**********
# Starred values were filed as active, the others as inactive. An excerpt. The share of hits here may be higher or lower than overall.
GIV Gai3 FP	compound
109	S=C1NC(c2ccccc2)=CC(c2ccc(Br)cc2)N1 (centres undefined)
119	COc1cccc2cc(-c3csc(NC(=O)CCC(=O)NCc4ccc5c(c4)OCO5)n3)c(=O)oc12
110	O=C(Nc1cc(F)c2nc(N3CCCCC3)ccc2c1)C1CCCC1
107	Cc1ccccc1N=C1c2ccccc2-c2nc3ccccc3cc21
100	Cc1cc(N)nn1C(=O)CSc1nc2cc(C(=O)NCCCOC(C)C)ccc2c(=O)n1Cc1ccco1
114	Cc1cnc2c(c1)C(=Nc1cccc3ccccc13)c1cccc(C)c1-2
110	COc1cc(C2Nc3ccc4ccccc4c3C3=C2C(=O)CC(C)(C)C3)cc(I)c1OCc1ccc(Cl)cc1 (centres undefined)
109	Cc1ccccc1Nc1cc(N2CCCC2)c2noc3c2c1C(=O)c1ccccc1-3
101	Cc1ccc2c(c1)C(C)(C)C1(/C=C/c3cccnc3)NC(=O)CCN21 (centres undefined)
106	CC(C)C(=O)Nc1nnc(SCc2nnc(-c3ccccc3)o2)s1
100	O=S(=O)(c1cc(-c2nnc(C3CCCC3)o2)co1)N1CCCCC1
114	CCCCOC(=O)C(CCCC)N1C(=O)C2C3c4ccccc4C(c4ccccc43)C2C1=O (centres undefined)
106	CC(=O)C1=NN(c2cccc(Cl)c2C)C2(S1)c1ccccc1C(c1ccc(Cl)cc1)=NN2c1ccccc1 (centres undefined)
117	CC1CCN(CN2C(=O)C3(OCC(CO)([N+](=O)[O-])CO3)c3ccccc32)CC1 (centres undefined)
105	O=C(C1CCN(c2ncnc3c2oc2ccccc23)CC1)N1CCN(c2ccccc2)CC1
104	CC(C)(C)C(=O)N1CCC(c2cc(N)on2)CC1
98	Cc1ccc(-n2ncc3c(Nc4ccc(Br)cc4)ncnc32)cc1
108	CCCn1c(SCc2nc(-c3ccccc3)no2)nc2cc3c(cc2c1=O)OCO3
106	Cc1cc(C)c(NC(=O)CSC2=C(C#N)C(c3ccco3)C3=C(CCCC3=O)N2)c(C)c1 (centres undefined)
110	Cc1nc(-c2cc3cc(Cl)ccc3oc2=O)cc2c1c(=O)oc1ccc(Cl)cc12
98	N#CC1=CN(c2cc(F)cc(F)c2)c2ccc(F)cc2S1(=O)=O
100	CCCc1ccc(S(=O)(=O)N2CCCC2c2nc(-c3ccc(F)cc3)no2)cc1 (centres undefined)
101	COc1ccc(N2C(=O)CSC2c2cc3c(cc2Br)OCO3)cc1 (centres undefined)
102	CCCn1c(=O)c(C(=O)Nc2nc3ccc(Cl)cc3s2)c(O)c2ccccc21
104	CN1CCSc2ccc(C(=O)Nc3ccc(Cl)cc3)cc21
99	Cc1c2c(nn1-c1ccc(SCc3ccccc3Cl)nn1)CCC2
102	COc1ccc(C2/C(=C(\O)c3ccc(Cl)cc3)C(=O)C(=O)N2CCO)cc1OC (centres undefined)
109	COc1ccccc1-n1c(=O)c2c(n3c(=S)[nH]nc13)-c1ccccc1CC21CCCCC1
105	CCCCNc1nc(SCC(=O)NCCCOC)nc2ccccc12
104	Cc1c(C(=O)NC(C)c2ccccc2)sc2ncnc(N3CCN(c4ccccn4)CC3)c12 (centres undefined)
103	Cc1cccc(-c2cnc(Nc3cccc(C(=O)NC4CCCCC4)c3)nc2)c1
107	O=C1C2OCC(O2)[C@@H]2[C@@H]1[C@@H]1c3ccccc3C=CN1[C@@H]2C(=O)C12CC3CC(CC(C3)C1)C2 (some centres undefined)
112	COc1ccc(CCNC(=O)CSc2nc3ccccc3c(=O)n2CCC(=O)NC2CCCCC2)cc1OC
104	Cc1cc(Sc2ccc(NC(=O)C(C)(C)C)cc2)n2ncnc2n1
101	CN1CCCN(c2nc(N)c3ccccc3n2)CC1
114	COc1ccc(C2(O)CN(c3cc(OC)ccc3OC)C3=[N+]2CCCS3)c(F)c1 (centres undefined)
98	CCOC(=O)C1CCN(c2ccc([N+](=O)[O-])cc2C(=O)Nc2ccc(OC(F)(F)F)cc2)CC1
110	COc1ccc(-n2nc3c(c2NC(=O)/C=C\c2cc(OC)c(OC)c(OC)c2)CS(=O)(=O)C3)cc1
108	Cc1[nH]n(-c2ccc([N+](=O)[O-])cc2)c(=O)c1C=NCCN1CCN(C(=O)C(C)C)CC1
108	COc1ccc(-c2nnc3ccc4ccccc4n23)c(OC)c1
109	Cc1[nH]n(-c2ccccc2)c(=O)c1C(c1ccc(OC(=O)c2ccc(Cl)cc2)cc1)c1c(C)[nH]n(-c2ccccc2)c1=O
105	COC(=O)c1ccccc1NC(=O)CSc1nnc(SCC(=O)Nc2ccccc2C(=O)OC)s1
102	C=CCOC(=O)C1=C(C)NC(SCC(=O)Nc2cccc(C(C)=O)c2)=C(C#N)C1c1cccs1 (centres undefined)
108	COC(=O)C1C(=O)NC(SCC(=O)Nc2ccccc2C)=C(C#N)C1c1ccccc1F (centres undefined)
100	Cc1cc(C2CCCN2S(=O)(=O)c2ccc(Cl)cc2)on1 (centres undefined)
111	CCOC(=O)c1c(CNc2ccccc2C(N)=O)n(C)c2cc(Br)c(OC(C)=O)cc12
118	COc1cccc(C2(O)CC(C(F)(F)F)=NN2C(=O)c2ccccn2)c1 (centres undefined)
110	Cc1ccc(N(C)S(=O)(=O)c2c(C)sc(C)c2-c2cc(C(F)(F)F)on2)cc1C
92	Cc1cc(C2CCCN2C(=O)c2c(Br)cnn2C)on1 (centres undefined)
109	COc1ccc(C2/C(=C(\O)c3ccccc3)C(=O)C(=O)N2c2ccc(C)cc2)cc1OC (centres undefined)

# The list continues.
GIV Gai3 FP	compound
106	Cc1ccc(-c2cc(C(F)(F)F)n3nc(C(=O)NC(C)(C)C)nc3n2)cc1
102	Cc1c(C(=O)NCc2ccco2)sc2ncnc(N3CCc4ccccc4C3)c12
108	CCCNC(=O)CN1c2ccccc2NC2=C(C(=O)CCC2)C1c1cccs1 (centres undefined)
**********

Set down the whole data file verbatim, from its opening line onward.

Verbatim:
# Starred values were filed as active, the others as inactive. An excerpt. The share of hits here may be higher or lower than overall.
GIV Gai3 FP	compound
109	S=C1NC(c2ccccc2)=CC(c2ccc(Br)cc2)N1 (centres undefined)
119	COc1cccc2cc(-c3csc(NC(=O)CCC(=O)NCc4ccc5c(c4)OCO5)n3)c(=O)oc12
110	O=C(Nc1cc(F)c2nc(N3CCCCC3)ccc2c1)C1CCCC1
107	Cc1ccccc1N=C1c2ccccc2-c2nc3ccccc3cc21
100	Cc1cc(N)nn1C(=O)CSc1nc2cc(C(=O)NCCCOC(C)C)ccc2c(=O)n1Cc1ccco1
114	Cc1cnc2c(c1)C(=Nc1cccc3ccccc13)c1cccc(C)c1-2
110	COc1cc(C2Nc3ccc4ccccc4c3C3=C2C(=O)CC(C)(C)C3)cc(I)c1OCc1ccc(Cl)cc1 (centres undefined)
109	Cc1ccccc1Nc1cc(N2CCCC2)c2noc3c2c1C(=O)c1ccccc1-3
101	Cc1ccc2c(c1)C(C)(C)C1(/C=C/c3cccnc3)NC(=O)CCN21 (centres undefined)
106	CC(C)C(=O)Nc1nnc(SCc2nnc(-c3ccccc3)o2)s1
100	O=S(=O)(c1cc(-c2nnc(C3CCCC3)o2)co1)N1CCCCC1
114	CCCCOC(=O)C(CCCC)N1C(=O)C2C3c4ccccc4C(c4ccccc43)C2C1=O (centres undefined)
106	CC(=O)C1=NN(c2cccc(Cl)c2C)C2(S1)c1ccccc1C(c1ccc(Cl)cc1)=NN2c1ccccc1 (centres undefined)
117	CC1CCN(CN2C(=O)C3(OCC(CO)([N+](=O)[O-])CO3)c3ccccc32)CC1 (centres undefined)
105	O=C(C1CCN(c2ncnc3c2oc2ccccc23)CC1)N1CCN(c2ccccc2)CC1
104	CC(C)(C)C(=O)N1CCC(c2cc(N)on2)CC1
98	Cc1ccc(-n2ncc3c(Nc4ccc(Br)cc4)ncnc32)cc1
108	CCCn1c(SCc2nc(-c3ccccc3)no2)nc2cc3c(cc2c1=O)OCO3
106	Cc1cc(C)c(NC(=O)CSC2=C(C#N)C(c3ccco3)C3=C(CCCC3=O)N2)c(C)c1 (centres undefined)
110	Cc1nc(-c2cc3cc(Cl)ccc3oc2=O)cc2c1c(=O)oc1ccc(Cl)cc12
98	N#CC1=CN(c2cc(F)cc(F)c2)c2ccc(F)cc2S1(=O)=O
100	CCCc1ccc(S(=O)(=O)N2CCCC2c2nc(-c3ccc(F)cc3)no2)cc1 (centres undefined)
101	COc1ccc(N2C(=O)CSC2c2cc3c(cc2Br)OCO3)cc1 (centres undefined)
102	CCCn1c(=O)c(C(=O)Nc2nc3ccc(Cl)cc3s2)c(O)c2ccccc21
104	CN1CCSc2ccc(C(=O)Nc3ccc(Cl)cc3)cc21
99	Cc1c2c(nn1-c1ccc(SCc3ccccc3Cl)nn1)CCC2
102	COc1ccc(C2/C(=C(\O)c3ccc(Cl)cc3)C(=O)C(=O)N2CCO)cc1OC (centres undefined)
109	COc1ccccc1-n1c(=O)c2c(n3c(=S)[nH]nc13)-c1ccccc1CC21CCCCC1
105	CCCCNc1nc(SCC(=O)NCCCOC)nc2ccccc12
104	Cc1c(C(=O)NC(C)c2ccccc2)sc2ncnc(N3CCN(c4ccccn4)CC3)c12 (centres undefined)
103	Cc1cccc(-c2cnc(Nc3cccc(C(=O)NC4CCCCC4)c3)nc2)c1
107	O=C1C2OCC(O2)[C@@H]2[C@@H]1[C@@H]1c3ccccc3C=CN1[C@@H]2C(=O)C12CC3CC(CC(C3)C1)C2 (some centres undefined)
112	COc1ccc(CCNC(=O)CSc2nc3ccccc3c(=O)n2CCC(=O)NC2CCCCC2)cc1OC
104	Cc1cc(Sc2ccc(NC(=O)C(C)(C)C)cc2)n2ncnc2n1
101	CN1CCCN(c2nc(N)c3ccccc3n2)CC1
114	COc1ccc(C2(O)CN(c3cc(OC)ccc3OC)C3=[N+]2CCCS3)c(F)c1 (centres undefined)
98	CCOC(=O)C1CCN(c2ccc([N+](=O)[O-])cc2C(=O)Nc2ccc(OC(F)(F)F)cc2)CC1
110	COc1ccc(-n2nc3c(c2NC(=O)/C=C\c2cc(OC)c(OC)c(OC)c2)CS(=O)(=O)C3)cc1
108	Cc1[nH]n(-c2ccc([N+](=O)[O-])cc2)c(=O)c1C=NCCN1CCN(C(=O)C(C)C)CC1
108	COc1ccc(-c2nnc3ccc4ccccc4n23)c(OC)c1
109	Cc1[nH]n(-c2ccccc2)c(=O)c1C(c1ccc(OC(=O)c2ccc(Cl)cc2)cc1)c1c(C)[nH]n(-c2ccccc2)c1=O
105	COC(=O)c1ccccc1NC(=O)CSc1nnc(SCC(=O)Nc2ccccc2C(=O)OC)s1
102	C=CCOC(=O)C1=C(C)NC(SCC(=O)Nc2cccc(C(C)=O)c2)=C(C#N)C1c1cccs1 (centres undefined)
108	COC(=O)C1C(=O)NC(SCC(=O)Nc2ccccc2C)=C(C#N)C1c1ccccc1F (centres undefined)
100	Cc1cc(C2CCCN2S(=O)(=O)c2ccc(Cl)cc2)on1 (centres undefined)
111	CCOC(=O)c1c(CNc2ccccc2C(N)=O)n(C)c2cc(Br)c(OC(C)=O)cc12
118	COc1cccc(C2(O)CC(C(F)(F)F)=NN2C(=O)c2ccccn2)c1 (centres undefined)
110	Cc1ccc(N(C)S(=O)(=O)c2c(C)sc(C)c2-c2cc(C(F)(F)F)on2)cc1C
92	Cc1cc(C2CCCN2C(=O)c2c(Br)cnn2C)on1 (centres undefined)
109	COc1ccc(C2/C(=C(\O)c3ccccc3)C(=O)C(=O)N2c2ccc(C)cc2)cc1OC (centres undefined)

# The list continues.
GIV Gai3 FP	compound
106	Cc1ccc(-c2cc(C(F)(F)F)n3nc(C(=O)NC(C)(C)C)nc3n2)cc1
102	Cc1c(C(=O)NCc2ccco2)sc2ncnc(N3CCc4ccccc4C3)c12
108	CCCNC(=O)CN1c2ccccc2NC2=C(C(=O)CCC2)C1c1cccs1 (centres undefined)